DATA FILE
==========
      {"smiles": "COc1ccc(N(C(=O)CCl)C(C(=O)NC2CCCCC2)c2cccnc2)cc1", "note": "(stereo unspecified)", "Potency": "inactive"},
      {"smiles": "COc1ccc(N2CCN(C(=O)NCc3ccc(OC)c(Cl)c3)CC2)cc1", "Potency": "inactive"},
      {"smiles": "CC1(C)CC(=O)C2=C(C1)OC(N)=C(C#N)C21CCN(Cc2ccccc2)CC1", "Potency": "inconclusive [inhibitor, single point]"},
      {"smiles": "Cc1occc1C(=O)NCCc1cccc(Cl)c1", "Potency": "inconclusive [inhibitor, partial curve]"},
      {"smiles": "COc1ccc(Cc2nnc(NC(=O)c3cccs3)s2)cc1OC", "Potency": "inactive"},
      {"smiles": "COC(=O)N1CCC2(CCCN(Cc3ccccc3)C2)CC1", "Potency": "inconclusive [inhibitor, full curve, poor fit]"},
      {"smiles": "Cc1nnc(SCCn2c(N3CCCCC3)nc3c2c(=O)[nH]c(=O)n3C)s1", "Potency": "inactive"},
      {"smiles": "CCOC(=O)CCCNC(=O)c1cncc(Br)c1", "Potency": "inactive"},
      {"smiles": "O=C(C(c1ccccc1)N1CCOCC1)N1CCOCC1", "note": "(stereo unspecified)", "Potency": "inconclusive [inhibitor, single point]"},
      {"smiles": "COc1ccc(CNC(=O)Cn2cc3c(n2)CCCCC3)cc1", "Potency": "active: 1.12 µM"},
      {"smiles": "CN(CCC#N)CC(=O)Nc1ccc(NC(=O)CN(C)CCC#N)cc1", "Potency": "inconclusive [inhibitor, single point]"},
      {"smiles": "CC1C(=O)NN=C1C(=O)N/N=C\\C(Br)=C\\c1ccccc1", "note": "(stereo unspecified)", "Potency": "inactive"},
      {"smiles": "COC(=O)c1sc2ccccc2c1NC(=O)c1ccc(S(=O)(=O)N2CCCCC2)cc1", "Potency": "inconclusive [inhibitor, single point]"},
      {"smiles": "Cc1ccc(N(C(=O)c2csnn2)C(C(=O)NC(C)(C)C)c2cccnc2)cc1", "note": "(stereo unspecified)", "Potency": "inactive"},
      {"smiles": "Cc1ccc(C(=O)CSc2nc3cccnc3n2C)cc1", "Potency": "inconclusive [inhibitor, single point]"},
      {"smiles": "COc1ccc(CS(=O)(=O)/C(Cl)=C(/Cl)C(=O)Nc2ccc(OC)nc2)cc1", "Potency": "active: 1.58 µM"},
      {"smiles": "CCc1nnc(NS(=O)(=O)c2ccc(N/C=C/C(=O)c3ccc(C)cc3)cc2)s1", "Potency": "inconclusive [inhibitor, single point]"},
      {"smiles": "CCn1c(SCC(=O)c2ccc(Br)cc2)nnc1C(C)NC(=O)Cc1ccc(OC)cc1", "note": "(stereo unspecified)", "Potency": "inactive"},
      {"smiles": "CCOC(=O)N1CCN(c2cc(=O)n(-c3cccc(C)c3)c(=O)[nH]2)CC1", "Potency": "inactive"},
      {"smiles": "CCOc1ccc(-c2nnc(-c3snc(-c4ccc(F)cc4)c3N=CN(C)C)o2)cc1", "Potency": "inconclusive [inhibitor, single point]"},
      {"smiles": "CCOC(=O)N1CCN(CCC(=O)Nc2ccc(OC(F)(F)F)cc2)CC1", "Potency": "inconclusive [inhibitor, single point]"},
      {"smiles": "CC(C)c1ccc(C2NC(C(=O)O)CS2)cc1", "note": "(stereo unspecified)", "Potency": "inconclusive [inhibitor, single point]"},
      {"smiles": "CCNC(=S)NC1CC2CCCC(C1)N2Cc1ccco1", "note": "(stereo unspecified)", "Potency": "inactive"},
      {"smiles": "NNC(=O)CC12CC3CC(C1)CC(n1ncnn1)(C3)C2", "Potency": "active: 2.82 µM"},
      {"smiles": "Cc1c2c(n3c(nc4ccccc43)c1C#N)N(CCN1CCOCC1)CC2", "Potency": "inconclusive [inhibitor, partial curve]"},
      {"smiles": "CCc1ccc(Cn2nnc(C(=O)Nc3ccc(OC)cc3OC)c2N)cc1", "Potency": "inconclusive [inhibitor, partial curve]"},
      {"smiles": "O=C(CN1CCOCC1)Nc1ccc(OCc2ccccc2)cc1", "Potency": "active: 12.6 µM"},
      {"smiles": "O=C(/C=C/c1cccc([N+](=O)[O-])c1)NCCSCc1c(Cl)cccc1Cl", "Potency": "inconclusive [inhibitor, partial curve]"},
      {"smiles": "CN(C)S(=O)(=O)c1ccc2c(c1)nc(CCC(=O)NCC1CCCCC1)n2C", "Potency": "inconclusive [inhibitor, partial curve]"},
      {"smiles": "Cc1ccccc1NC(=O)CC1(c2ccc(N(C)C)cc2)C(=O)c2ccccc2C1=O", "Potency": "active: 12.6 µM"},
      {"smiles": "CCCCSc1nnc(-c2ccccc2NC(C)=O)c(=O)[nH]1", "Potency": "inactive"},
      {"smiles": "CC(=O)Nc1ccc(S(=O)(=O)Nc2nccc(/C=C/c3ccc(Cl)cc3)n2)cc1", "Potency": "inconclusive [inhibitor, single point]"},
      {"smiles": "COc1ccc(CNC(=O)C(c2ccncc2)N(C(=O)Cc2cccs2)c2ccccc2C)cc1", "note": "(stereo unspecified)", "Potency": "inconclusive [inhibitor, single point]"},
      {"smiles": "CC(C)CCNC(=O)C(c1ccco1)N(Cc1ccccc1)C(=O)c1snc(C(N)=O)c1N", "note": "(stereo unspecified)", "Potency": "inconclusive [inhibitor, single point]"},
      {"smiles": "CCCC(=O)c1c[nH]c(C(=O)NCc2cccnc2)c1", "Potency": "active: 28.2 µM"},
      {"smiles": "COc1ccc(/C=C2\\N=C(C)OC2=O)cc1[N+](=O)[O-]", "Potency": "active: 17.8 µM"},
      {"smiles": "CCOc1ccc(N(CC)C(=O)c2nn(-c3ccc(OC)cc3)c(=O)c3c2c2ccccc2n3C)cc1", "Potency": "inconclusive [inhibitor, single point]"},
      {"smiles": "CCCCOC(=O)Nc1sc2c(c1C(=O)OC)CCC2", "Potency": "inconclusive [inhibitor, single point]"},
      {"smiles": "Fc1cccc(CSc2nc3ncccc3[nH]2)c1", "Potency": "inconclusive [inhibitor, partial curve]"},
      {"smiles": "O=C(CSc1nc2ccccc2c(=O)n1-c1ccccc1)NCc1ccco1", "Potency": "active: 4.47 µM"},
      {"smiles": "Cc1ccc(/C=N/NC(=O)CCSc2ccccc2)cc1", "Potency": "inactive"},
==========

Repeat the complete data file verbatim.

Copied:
      {"smiles": "COc1ccc(N(C(=O)CCl)C(C(=O)NC2CCCCC2)c2cccnc2)cc1", "note": "(stereo unspecified)", "Potency": "inactive"},
      {"smiles": "COc1ccc(N2CCN(C(=O)NCc3ccc(OC)c(Cl)c3)CC2)cc1", "Potency": "inactive"},
      {"smiles": "CC1(C)CC(=O)C2=C(C1)OC(N)=C(C#N)C21CCN(Cc2ccccc2)CC1", "Potency": "inconclusive [inhibitor, single point]"},
      {"smiles": "Cc1occc1C(=O)NCCc1cccc(Cl)c1", "Potency": "inconclusive [inhibitor, partial curve]"},
      {"smiles": "COc1ccc(Cc2nnc(NC(=O)c3cccs3)s2)cc1OC", "Potency": "inactive"},
      {"smiles": "COC(=O)N1CCC2(CCCN(Cc3ccccc3)C2)CC1", "Potency": "inconclusive [inhibitor, full curve, poor fit]"},
      {"smiles": "Cc1nnc(SCCn2c(N3CCCCC3)nc3c2c(=O)[nH]c(=O)n3C)s1", "Potency": "inactive"},
      {"smiles": "CCOC(=O)CCCNC(=O)c1cncc(Br)c1", "Potency": "inactive"},
      {"smiles": "O=C(C(c1ccccc1)N1CCOCC1)N1CCOCC1", "note": "(stereo unspecified)", "Potency": "inconclusive [inhibitor, single point]"},
      {"smiles": "COc1ccc(CNC(=O)Cn2cc3c(n2)CCCCC3)cc1", "Potency": "active: 1.12 µM"},
      {"smiles": "CN(CCC#N)CC(=O)Nc1ccc(NC(=O)CN(C)CCC#N)cc1", "Potency": "inconclusive [inhibitor, single point]"},
      {"smiles": "CC1C(=O)NN=C1C(=O)N/N=C\\C(Br)=C\\c1ccccc1", "note": "(stereo unspecified)", "Potency": "inactive"},
      {"smiles": "COC(=O)c1sc2ccccc2c1NC(=O)c1ccc(S(=O)(=O)N2CCCCC2)cc1", "Potency": "inconclusive [inhibitor, single point]"},
      {"smiles": "Cc1ccc(N(C(=O)c2csnn2)C(C(=O)NC(C)(C)C)c2cccnc2)cc1", "note": "(stereo unspecified)", "Potency": "inactive"},
      {"smiles": "Cc1ccc(C(=O)CSc2nc3cccnc3n2C)cc1", "Potency": "inconclusive [inhibitor, single point]"},
      {"smiles": "COc1ccc(CS(=O)(=O)/C(Cl)=C(/Cl)C(=O)Nc2ccc(OC)nc2)cc1", "Potency": "active: 1.58 µM"},
      {"smiles": "CCc1nnc(NS(=O)(=O)c2ccc(N/C=C/C(=O)c3ccc(C)cc3)cc2)s1", "Potency": "inconclusive [inhibitor, single point]"},
      {"smiles": "CCn1c(SCC(=O)c2ccc(Br)cc2)nnc1C(C)NC(=O)Cc1ccc(OC)cc1", "note": "(stereo unspecified)", "Potency": "inactive"},
      {"smiles": "CCOC(=O)N1CCN(c2cc(=O)n(-c3cccc(C)c3)c(=O)[nH]2)CC1", "Potency": "inactive"},
      {"smiles": "CCOc1ccc(-c2nnc(-c3snc(-c4ccc(F)cc4)c3N=CN(C)C)o2)cc1", "Potency": "inconclusive [inhibitor, single point]"},
      {"smiles": "CCOC(=O)N1CCN(CCC(=O)Nc2ccc(OC(F)(F)F)cc2)CC1", "Potency": "inconclusive [inhibitor, single point]"},
      {"smiles": "CC(C)c1ccc(C2NC(C(=O)O)CS2)cc1", "note": "(stereo unspecified)", "Potency": "inconclusive [inhibitor, single point]"},
      {"smiles": "CCNC(=S)NC1CC2CCCC(C1)N2Cc1ccco1", "note": "(stereo unspecified)", "Potency": "inactive"},
      {"smiles": "NNC(=O)CC12CC3CC(C1)CC(n1ncnn1)(C3)C2", "Potency": "active: 2.82 µM"},
      {"smiles": "Cc1c2c(n3c(nc4ccccc43)c1C#N)N(CCN1CCOCC1)CC2", "Potency": "inconclusive [inhibitor, partial curve]"},
      {"smiles": "CCc1ccc(Cn2nnc(C(=O)Nc3ccc(OC)cc3OC)c2N)cc1", "Potency": "inconclusive [inhibitor, partial curve]"},
      {"smiles": "O=C(CN1CCOCC1)Nc1ccc(OCc2ccccc2)cc1", "Potency": "active: 12.6 µM"},
      {"smiles": "O=C(/C=C/c1cccc([N+](=O)[O-])c1)NCCSCc1c(Cl)cccc1Cl", "Potency": "inconclusive [inhibitor, partial curve]"},
      {"smiles": "CN(C)S(=O)(=O)c1ccc2c(c1)nc(CCC(=O)NCC1CCCCC1)n2C", "Potency": "inconclusive [inhibitor, partial curve]"},
      {"smiles": "Cc1ccccc1NC(=O)CC1(c2ccc(N(C)C)cc2)C(=O)c2ccccc2C1=O", "Potency": "active: 12.6 µM"},
      {"smiles": "CCCCSc1nnc(-c2ccccc2NC(C)=O)c(=O)[nH]1", "Potency": "inactive"},
      {"smiles": "CC(=O)Nc1ccc(S(=O)(=O)Nc2nccc(/C=C/c3ccc(Cl)cc3)n2)cc1", "Potency": "inconclusive [inhibitor, single point]"},
      {"smiles": "COc1ccc(CNC(=O)C(c2ccncc2)N(C(=O)Cc2cccs2)c2ccccc2C)cc1", "note": "(stereo unspecified)", "Potency": "inconclusive [inhibitor, single point]"},
      {"smiles": "CC(C)CCNC(=O)C(c1ccco1)N(Cc1ccccc1)C(=O)c1snc(C(N)=O)c1N", "note": "(stereo unspecified)", "Potency": "inconclusive [inhibitor, single point]"},
      {"smiles": "CCCC(=O)c1c[nH]c(C(=O)NCc2cccnc2)c1", "Potency": "active: 28.2 µM"},
      {"smiles": "COc1ccc(/C=C2\\N=C(C)OC2=O)cc1[N+](=O)[O-]", "Potency": "active: 17.8 µM"},
      {"smiles": "CCOc1ccc(N(CC)C(=O)c2nn(-c3ccc(OC)cc3)c(=O)c3c2c2ccccc2n3C)cc1", "Potency": "inconclusive [inhibitor, single point]"},
      {"smiles": "CCCCOC(=O)Nc1sc2c(c1C(=O)OC)CCC2", "Potency": "inconclusive [inhibitor, single point]"},
      {"smiles": "Fc1cccc(CSc2nc3ncccc3[nH]2)c1", "Potency": "inconclusive [inhibitor, partial curve]"},
      {"smiles": "O=C(CSc1nc2ccccc2c(=O)n1-c1ccccc1)NCc1ccco1", "Potency": "active: 4.47 µM"},
      {"smiles": "Cc1ccc(/C=N/NC(=O)CCSc2ccccc2)cc1", "Potency": "inactive"},